Obama was thoughtful and admitted the complexities of the world and the limits of human power. (“Solving big problems, like for example energy, is not going to be easy . . . and there’s going to be a price to pay.” “… Anybody who tries to deny the moral difficulties and gravity of the abortion issue, I think, is not paying attention.” And, “Answering that question [when life begins] with specificity, you know, is above my pay grade.”)
Rather than thinking about the questions and answering them, McCain merely told the largely conservative choir what they wanted to hear.
One of the oddest of these answers, though, came in response to the very first question, “Who are the three wisest people that you know that you would rely on heavily in an administration?”
With his admitted knowledge gap on “the economy,” McCain had to name someone who could help him on that front. The one he chose as his wisest would-be adviser was Meg Whitman, the recent CEO of eBay.
Whoa, there! I’m sure Whitman is a bright woman; it takes a lot of management skill and industry knowledge to lead a tech company through turbulent times. But choosing a CEO to advise McCain on international trade and macroeconomics is a bit like picking the head of Smith & Wesson to advise him on nuclear policy.
Ms. Whitman might consult any Fortune 500 company well, but the similarities between industry and government are small. Sure, many glibly say that if the government were run like a corporation, it would be much more efficient, but the current President’s marriage of the public and private has led to rampant overcharging and less oversight, and hurt programs that already worked well.
In economic matters, shouldn’t the President look to an economist for advice? (Economist, noun: an expert in the social science of economics). One of the top two candidates for President confuses business with economics, and the media don’t blink.
But McCain’s answer of an eBay CEO as one of his three wisest advisers was less of a frank answer and more of a message to the Right – a culturally loaded statement suggesting that in the White House he’ll favor business over all, continuing the policies of the current President.
Just as society worships celebrities (not because they’re the best singers or actors, but for what they represent – beauty, wealth, fame), many on the Right worship corporate leaders. Not because their business is so important – after all, eBay doesn’t make anything, it merely makes online selling more efficient – but because of what the CEO represents to them: private enterprise and the right to achieve unlimited wealth (even if that wealth is subsidized and insured by the public).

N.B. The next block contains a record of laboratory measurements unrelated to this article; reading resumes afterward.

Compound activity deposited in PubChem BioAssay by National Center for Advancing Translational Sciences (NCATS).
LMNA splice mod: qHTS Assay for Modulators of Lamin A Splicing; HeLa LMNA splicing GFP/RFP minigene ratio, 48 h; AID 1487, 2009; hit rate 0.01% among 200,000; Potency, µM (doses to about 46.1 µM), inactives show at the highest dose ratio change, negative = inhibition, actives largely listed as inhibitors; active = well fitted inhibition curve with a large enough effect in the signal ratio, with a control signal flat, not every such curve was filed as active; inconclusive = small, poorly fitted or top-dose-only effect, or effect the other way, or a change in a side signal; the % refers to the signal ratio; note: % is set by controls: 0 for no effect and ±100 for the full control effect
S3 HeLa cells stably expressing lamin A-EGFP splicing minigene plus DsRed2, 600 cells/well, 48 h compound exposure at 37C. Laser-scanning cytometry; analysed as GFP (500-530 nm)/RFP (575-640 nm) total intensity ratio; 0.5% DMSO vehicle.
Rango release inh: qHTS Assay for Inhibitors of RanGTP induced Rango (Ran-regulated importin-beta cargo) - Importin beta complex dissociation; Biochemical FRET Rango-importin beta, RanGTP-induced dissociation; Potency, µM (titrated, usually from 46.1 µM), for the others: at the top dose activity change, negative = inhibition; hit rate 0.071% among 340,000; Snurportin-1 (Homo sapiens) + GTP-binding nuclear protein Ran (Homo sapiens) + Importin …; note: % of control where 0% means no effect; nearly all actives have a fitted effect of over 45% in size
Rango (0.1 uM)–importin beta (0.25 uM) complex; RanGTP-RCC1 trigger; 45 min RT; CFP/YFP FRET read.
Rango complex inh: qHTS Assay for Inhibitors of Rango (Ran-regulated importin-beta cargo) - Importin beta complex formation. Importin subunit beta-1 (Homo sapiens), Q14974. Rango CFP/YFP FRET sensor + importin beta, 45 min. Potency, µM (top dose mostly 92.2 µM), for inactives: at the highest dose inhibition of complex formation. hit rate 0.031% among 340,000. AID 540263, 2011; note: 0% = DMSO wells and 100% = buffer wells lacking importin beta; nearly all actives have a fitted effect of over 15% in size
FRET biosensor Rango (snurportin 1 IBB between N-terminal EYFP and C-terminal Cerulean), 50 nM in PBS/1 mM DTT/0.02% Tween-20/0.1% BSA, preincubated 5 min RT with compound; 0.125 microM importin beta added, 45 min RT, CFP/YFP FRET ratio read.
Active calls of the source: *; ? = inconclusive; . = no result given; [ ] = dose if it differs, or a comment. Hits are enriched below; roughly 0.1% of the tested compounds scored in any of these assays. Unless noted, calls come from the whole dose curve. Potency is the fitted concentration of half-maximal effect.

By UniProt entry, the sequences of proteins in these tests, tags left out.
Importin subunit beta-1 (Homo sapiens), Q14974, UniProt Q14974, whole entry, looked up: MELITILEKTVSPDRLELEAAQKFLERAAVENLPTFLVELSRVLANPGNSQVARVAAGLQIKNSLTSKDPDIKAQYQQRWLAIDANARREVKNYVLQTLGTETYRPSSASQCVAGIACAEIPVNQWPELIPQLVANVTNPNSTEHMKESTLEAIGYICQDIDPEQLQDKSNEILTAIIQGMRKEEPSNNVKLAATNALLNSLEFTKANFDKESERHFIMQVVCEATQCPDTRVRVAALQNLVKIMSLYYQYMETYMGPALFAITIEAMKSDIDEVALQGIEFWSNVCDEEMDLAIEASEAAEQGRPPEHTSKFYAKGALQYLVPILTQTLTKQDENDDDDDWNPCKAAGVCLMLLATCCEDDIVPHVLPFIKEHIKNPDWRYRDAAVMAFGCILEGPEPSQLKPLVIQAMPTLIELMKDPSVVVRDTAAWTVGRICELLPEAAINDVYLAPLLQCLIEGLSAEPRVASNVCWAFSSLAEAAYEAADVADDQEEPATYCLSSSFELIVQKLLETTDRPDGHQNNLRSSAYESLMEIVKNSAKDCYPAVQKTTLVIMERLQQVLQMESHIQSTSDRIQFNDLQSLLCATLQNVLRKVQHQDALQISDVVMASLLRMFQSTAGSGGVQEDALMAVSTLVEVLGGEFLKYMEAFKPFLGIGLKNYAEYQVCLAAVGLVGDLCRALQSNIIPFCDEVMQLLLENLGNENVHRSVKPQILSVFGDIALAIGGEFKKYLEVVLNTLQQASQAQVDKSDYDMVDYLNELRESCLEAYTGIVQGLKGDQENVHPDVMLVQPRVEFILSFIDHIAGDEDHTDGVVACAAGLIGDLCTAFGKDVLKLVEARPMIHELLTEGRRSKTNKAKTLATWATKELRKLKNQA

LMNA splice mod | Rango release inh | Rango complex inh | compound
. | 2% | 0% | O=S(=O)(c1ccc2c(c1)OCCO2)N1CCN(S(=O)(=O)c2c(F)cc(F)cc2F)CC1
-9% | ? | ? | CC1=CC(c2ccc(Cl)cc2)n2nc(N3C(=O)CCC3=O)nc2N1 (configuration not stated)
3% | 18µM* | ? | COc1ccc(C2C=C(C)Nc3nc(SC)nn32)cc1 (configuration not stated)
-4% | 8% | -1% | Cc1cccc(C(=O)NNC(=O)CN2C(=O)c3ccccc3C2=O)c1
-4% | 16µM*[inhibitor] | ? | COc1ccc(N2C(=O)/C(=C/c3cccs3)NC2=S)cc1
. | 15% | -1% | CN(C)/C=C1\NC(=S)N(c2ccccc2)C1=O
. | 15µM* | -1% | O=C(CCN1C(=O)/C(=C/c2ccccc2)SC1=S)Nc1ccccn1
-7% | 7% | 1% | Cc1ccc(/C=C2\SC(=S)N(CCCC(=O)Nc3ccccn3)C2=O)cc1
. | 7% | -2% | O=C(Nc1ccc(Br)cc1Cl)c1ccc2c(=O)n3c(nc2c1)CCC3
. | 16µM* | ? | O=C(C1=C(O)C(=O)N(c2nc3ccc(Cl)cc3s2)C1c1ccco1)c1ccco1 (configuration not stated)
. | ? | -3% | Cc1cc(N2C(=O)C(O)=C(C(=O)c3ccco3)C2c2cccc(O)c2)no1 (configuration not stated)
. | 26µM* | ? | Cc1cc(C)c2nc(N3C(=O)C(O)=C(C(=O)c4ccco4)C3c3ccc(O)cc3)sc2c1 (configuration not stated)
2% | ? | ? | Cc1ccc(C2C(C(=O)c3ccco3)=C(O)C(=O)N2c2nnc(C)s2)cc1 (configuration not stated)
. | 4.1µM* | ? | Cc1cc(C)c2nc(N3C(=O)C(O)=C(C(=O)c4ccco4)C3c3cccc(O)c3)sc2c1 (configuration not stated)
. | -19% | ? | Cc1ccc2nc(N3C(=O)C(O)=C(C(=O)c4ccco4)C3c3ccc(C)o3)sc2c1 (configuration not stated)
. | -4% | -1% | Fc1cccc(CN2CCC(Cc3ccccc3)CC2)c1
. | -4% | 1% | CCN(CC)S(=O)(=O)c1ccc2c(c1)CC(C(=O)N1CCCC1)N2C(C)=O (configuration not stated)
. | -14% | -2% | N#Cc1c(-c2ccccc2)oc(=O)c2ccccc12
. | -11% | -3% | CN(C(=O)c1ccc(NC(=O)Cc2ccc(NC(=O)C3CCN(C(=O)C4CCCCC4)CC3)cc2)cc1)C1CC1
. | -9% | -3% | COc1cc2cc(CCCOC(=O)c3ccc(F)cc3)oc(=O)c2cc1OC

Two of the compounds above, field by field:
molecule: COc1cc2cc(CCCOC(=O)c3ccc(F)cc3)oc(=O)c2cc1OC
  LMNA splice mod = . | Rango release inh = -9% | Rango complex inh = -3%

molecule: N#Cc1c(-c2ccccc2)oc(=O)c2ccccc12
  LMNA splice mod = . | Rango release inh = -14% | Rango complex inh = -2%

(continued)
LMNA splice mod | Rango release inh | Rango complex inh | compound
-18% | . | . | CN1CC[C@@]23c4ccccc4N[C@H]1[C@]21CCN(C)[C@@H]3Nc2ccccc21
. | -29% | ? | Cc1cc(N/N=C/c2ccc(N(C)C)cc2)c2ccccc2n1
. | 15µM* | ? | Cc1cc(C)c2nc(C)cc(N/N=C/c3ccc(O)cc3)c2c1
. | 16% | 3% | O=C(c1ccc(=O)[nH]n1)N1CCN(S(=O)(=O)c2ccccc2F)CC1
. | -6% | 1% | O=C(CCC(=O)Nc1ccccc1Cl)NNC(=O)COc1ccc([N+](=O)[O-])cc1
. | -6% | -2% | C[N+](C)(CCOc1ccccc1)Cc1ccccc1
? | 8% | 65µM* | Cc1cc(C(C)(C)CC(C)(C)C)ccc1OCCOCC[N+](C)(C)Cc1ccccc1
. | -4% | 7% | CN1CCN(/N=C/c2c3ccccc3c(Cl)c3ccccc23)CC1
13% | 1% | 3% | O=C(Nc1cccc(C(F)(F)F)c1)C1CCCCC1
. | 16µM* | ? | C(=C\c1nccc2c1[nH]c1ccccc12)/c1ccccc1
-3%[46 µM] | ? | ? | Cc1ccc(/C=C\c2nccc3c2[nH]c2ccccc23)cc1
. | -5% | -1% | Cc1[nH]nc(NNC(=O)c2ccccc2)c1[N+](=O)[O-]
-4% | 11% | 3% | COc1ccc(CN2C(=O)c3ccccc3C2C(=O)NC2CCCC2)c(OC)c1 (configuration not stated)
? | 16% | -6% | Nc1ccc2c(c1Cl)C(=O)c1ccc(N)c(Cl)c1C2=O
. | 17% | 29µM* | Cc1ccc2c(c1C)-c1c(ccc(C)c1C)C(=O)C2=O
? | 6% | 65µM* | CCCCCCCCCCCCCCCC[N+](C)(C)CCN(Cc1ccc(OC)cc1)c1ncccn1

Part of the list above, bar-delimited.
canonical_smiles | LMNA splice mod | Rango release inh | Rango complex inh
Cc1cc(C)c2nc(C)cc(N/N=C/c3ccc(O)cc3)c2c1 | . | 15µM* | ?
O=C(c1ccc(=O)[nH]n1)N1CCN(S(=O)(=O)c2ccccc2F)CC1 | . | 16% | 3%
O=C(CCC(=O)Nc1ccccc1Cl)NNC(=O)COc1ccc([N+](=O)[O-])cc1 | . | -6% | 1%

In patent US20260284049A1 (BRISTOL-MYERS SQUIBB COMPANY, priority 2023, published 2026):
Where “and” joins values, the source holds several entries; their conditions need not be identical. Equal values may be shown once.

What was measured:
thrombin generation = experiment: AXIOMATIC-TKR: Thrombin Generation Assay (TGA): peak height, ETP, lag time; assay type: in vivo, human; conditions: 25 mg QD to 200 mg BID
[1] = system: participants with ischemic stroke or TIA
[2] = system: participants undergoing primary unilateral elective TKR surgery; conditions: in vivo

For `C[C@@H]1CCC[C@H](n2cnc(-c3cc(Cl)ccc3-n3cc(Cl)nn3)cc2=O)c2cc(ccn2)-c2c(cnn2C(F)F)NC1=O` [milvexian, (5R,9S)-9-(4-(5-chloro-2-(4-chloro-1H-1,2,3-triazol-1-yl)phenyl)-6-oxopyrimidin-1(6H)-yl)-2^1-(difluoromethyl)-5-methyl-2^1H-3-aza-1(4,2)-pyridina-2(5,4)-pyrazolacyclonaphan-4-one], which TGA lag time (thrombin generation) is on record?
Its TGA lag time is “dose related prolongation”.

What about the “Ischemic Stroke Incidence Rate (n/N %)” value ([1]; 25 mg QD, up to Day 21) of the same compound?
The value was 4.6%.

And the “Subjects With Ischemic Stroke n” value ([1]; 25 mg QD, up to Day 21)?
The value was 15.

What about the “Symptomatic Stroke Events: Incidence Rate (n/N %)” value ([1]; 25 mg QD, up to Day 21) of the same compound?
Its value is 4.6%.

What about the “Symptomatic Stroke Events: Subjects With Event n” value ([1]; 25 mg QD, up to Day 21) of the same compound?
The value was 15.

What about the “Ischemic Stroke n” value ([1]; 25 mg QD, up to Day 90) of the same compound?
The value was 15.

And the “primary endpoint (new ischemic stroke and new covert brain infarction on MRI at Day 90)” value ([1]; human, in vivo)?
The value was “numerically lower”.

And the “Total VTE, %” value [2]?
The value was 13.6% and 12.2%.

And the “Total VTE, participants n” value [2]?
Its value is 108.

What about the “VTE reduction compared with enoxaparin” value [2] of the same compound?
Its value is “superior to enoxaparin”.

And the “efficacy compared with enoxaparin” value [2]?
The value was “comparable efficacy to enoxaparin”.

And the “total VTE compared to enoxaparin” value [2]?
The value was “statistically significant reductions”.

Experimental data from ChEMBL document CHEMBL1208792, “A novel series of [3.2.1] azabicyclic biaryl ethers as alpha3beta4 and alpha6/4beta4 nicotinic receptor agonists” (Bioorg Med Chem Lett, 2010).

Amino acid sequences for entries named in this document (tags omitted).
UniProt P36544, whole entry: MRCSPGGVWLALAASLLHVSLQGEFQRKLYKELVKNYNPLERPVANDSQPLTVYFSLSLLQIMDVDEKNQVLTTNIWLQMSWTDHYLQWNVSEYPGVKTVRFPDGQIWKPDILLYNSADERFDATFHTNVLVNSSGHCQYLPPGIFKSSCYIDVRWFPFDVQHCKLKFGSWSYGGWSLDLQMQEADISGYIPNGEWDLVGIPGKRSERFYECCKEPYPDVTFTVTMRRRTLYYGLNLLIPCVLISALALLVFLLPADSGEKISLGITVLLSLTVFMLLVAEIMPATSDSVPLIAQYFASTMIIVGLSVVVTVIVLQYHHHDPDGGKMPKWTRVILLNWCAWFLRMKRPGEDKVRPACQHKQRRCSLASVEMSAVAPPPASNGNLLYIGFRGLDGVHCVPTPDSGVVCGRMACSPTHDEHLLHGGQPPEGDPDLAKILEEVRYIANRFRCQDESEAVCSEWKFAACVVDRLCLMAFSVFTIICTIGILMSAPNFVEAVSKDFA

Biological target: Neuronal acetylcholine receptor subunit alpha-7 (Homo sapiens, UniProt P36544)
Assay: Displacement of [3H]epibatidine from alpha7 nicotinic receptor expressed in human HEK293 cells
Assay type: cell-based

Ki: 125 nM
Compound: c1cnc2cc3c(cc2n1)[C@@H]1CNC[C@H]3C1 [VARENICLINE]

It was billed as a way to learn the moral foundations of the top candidates. But the Saddleback Forum was really a rhetorical contest, held against a creepy backdrop of religious conformity.
McCain won, according to the media. And their score key, we now see, favored posturing over sincerity, cockiness over honesty, and simplicity over thought.
McCain’s poll numbers rose, as did Pastor Warren’s level of influence. But the other 304,935,655 of us aren’t any better for it.
The world expects the odd invasion of one country by another from time to time. But only by “rogue” states with unaccountable leaders more concerned with power than international law: Iraq invading Kuwait in 1990, Uganda invading Rwanda in the same year.
But the large Democracy of Russia is now taking a breather, it says, after five days of pummeling its tiny neighbor to the south, Georgia. A member of the G8 and the UN Security Council, and a recognized nuclear power, invaded a sovereign nation.
Unprecedented? No. But it should have been.
Civilized people never thought this kind of military adventurism was exactly kosher, but President Bush was right to say that Russia’s attack is “unacceptable in the 21st century.” That big organization with all the flags out front was designed to try to make obsolete the kind of international aggression which leads to children getting killed on their way to school, refugee crises, and larger wars.